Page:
I reasoned it this way. Sarge thought we were part of that herd. After all, at his former residence, his herd had a human in it. We must be part of the herd! After we saw this naughty behavior from Sarge, I asked Bud to spend time with him every day, to show where respect can be learned and foster a better relationship between them. His horse did not respect me or Bud. Sarge felt we were simply others in the herd to be tested and bossed around, bit and kicked to put us in our place. This is a dangerous situation and it needed to change pronto. Unfortunately his owner, Bud, was a softie and very afraid of any sort of confrontation, or rocking the boat in any way. This sort of attitude is okay for some things, but not okay for all things in life.

When I was leading Sarge out to be ridden, he took a hold of my hat between his teeth from behind and yanked so hard I almost fell down. I quickly grabbed a lunge whip and ran him around the small pasture until he was tired. Please know in using a lunge whip, it never has to touch the horse. They will run from the noise and physical action. As he was running, he bucked and bucked, which was his “I don’t like it! You are not the boss of me” showing. Good. Let’s get all that pee and vinegar out of him. Finally he tired out.There was no physical harm done, but this horse learned to respect me a little bit more. We had some better boundaries.

It can be dangerous to have a 1000 lb animal not respect you, and kick and bite you. But I didn’t like the feeling that went with having to boss him around. What bothered me was, I had to be a bully to do it! I had to be more assertive than my normal self. I had to walk the walk, talk the talk, and be mean to him for it to sink in. I let him take no quarter, did not give him a break, until he got the lesson. After the lesson I dropped the whip and kissed at him to come to me. He gladly came and put his muzzle in my hand. There was no lead rope, or reins. Just him and me. I had to prove I was higher up than him in the pecking order, but also a kind and gentle leader. I find that being a bully with Sarge works. He respects my loud and brash tone of voice and body language. When a horse is bested, they quickly are obedient and polite again. They have found their new place in the herd. When we walked back to the trailer to get ready for a ride, he was peaceful and polite. But for me, I had to go well outside my comfort zone of making everyone happy. It really pushed me, and I felt like a bully. I didn’t like it, but in this case, it was necessary.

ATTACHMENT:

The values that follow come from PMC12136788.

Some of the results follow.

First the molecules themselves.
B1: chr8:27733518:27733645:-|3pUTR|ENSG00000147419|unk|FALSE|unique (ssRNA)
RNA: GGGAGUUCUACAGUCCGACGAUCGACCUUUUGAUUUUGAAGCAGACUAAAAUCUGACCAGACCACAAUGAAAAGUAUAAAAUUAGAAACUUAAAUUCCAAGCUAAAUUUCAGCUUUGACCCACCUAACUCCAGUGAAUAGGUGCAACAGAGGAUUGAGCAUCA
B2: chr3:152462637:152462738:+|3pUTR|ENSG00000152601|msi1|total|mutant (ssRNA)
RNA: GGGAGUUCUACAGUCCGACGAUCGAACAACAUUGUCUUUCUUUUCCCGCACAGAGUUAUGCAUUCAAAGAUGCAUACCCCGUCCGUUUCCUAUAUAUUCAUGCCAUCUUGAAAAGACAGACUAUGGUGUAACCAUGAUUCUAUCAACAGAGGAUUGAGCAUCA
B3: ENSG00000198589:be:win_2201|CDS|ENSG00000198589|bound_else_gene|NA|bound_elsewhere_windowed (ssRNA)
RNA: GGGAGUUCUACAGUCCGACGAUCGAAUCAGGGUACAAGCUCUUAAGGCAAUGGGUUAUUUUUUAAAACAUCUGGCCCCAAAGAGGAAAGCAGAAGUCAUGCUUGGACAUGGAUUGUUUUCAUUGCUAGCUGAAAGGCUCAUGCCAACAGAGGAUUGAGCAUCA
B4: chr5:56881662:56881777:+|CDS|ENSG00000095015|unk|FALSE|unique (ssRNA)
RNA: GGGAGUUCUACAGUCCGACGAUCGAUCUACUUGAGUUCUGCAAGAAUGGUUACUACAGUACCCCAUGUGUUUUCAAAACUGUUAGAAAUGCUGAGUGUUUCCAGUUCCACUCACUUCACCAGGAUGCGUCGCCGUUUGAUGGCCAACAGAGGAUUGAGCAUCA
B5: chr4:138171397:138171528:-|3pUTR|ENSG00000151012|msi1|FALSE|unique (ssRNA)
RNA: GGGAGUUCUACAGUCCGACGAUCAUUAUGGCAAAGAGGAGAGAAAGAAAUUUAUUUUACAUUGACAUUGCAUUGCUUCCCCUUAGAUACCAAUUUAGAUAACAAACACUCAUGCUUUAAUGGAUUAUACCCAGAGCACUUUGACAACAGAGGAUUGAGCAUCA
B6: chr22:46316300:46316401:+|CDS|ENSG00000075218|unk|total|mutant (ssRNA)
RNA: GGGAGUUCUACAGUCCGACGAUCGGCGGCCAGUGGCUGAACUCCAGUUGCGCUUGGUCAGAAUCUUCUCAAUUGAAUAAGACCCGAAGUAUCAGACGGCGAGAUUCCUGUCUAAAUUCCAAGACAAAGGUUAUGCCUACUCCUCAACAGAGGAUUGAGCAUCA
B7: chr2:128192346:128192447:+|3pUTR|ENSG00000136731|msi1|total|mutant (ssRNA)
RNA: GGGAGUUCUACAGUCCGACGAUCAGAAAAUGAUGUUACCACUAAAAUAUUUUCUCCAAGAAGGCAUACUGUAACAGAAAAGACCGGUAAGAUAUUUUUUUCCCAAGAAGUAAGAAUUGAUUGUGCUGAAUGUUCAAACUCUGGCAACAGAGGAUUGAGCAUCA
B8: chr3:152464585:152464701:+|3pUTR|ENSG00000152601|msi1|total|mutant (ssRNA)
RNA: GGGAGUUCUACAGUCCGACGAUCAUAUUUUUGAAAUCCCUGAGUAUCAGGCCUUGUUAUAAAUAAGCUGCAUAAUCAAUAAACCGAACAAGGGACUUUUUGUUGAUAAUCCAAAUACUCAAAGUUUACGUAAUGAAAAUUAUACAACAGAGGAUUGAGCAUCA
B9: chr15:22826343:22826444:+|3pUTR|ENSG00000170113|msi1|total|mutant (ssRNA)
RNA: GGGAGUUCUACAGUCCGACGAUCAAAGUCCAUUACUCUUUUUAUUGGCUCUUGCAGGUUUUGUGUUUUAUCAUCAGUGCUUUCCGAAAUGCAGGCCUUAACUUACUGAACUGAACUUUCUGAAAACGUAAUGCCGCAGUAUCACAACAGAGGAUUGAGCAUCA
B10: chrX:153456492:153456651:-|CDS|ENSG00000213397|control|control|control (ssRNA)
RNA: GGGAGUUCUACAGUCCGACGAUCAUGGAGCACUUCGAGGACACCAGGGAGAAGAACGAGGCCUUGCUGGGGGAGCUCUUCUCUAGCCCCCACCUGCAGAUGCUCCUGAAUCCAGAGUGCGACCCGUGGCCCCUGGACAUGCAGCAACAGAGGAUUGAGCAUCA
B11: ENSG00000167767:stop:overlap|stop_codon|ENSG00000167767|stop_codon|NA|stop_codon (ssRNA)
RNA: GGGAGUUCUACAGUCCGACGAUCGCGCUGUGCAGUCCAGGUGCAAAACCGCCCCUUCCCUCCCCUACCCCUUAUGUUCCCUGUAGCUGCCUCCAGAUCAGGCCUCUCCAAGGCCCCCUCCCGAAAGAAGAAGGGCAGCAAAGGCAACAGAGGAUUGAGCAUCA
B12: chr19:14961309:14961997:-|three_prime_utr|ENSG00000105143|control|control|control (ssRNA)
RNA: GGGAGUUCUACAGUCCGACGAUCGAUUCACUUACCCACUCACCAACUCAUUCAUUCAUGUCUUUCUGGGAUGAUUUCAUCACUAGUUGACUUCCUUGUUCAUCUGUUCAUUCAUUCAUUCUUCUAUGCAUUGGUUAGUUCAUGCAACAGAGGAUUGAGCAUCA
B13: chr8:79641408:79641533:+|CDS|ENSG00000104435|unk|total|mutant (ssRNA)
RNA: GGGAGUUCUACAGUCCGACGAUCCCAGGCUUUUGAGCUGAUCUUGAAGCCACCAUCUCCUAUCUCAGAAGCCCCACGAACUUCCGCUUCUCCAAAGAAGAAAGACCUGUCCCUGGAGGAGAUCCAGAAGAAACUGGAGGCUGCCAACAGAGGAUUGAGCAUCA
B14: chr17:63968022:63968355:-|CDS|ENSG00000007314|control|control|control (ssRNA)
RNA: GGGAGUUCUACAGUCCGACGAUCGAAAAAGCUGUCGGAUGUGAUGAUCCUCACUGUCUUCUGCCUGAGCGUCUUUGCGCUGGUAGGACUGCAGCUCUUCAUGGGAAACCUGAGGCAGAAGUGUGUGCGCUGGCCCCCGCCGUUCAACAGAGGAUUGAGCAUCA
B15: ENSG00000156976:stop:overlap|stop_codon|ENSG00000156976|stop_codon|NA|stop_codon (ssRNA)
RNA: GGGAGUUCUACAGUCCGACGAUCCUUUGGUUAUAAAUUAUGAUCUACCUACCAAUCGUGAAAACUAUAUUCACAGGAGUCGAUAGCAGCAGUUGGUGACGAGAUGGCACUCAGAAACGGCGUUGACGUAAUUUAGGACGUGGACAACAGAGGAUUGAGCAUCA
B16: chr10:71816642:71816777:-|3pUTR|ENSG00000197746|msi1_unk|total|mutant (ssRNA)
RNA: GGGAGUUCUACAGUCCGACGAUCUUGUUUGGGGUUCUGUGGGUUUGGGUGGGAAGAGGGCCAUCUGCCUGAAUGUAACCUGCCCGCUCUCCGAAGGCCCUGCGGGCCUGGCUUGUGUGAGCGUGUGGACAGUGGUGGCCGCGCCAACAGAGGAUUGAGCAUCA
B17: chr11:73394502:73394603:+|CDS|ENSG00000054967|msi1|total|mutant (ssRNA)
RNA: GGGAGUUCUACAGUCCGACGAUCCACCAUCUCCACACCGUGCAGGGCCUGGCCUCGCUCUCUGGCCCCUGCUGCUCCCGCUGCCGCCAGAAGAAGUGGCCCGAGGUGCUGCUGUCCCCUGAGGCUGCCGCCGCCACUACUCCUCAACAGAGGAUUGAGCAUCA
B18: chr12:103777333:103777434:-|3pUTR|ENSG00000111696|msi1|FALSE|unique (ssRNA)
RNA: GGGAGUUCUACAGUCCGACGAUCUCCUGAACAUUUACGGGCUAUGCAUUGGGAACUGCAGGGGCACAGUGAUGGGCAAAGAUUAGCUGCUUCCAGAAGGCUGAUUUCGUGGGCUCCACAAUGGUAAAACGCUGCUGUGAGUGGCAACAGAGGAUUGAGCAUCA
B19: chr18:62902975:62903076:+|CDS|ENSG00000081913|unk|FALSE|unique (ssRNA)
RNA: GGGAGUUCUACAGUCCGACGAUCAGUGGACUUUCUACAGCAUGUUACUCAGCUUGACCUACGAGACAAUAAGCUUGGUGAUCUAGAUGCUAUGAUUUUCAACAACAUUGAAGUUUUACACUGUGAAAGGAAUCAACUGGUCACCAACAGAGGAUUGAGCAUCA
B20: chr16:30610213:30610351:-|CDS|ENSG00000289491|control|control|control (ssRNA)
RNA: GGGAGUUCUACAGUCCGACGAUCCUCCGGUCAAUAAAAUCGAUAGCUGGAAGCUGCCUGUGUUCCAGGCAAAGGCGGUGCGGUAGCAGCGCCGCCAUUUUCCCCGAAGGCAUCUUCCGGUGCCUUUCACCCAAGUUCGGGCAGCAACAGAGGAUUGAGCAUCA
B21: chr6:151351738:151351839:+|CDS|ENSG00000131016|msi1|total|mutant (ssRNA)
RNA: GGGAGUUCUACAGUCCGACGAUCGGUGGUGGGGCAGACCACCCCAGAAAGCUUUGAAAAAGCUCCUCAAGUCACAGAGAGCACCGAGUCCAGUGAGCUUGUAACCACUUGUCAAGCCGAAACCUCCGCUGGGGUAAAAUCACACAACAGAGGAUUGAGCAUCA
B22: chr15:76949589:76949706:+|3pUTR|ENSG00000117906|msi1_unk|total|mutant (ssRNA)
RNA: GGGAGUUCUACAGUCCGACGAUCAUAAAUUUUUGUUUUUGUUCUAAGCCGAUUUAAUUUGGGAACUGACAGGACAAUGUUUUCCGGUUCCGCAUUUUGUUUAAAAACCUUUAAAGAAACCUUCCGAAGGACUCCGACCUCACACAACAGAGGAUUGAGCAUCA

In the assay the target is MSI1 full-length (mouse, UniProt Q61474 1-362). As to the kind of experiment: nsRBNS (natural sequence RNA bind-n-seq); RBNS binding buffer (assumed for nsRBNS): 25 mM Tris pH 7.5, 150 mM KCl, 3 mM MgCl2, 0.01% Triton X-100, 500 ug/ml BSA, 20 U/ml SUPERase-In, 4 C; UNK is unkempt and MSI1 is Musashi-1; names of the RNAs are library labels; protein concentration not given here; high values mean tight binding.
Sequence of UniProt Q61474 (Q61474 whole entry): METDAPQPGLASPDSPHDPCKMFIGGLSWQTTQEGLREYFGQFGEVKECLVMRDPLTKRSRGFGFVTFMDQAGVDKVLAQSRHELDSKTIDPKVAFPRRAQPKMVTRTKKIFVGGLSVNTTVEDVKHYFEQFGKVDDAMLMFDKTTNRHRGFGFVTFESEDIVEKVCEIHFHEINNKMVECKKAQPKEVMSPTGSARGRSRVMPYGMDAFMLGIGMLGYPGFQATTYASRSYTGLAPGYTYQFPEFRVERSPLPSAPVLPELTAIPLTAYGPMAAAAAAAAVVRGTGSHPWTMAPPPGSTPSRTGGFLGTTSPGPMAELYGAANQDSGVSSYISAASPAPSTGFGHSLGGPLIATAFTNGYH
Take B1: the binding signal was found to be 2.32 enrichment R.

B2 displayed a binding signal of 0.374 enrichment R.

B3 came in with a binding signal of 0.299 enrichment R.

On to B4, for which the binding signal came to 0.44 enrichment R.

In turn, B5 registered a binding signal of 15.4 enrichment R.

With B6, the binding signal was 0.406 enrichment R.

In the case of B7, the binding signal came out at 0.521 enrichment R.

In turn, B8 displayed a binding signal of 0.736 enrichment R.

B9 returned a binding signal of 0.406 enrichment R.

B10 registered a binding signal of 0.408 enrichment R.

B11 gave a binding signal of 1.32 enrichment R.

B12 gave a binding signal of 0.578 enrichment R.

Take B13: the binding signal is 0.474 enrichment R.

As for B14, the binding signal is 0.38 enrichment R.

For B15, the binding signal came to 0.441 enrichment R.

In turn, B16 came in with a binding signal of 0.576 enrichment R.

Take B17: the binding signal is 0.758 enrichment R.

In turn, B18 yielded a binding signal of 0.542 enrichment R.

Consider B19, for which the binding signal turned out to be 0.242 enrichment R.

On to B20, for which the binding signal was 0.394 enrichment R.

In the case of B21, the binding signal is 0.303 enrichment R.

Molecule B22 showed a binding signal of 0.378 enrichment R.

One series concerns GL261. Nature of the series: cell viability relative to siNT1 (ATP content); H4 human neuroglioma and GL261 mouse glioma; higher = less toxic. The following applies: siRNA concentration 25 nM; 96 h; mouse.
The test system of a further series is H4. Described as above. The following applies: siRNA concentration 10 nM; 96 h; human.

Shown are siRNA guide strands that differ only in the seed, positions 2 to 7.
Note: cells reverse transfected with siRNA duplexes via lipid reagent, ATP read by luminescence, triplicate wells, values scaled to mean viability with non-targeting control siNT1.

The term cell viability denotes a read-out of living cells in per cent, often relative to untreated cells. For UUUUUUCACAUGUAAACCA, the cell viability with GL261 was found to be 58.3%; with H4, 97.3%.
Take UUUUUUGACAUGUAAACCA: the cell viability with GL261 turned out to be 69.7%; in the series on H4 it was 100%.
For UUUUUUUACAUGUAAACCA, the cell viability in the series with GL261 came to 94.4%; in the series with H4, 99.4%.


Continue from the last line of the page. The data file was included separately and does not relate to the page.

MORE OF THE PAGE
As of the writing of this blog entry, Sarge is now lead horse, and Scar, for the first time in his 24 years, is not. Yet Sarge is learning to be a much more polite and respectful horse to people. He is stretching and learning about being a true leader, not just a bully.

These two scenarios with bullying in nature does not seem to point to any quick, obvious answer. I know for humans bullying is not acceptable. But should it be? In some instances? Are there weaker, smaller people who need to exhibit some bravado to chase off someone else? Does this person need to ‘bully the bully’ if ignoring him doesn’t work? I don’t know. It might if a woman is being followed down a dark street, maybe she has to turn around, face this person and be assertive way outside her comfort zone. That could be a case where bullying and assertiveness comes in handy. That’s why I am writing this. For input and rumination.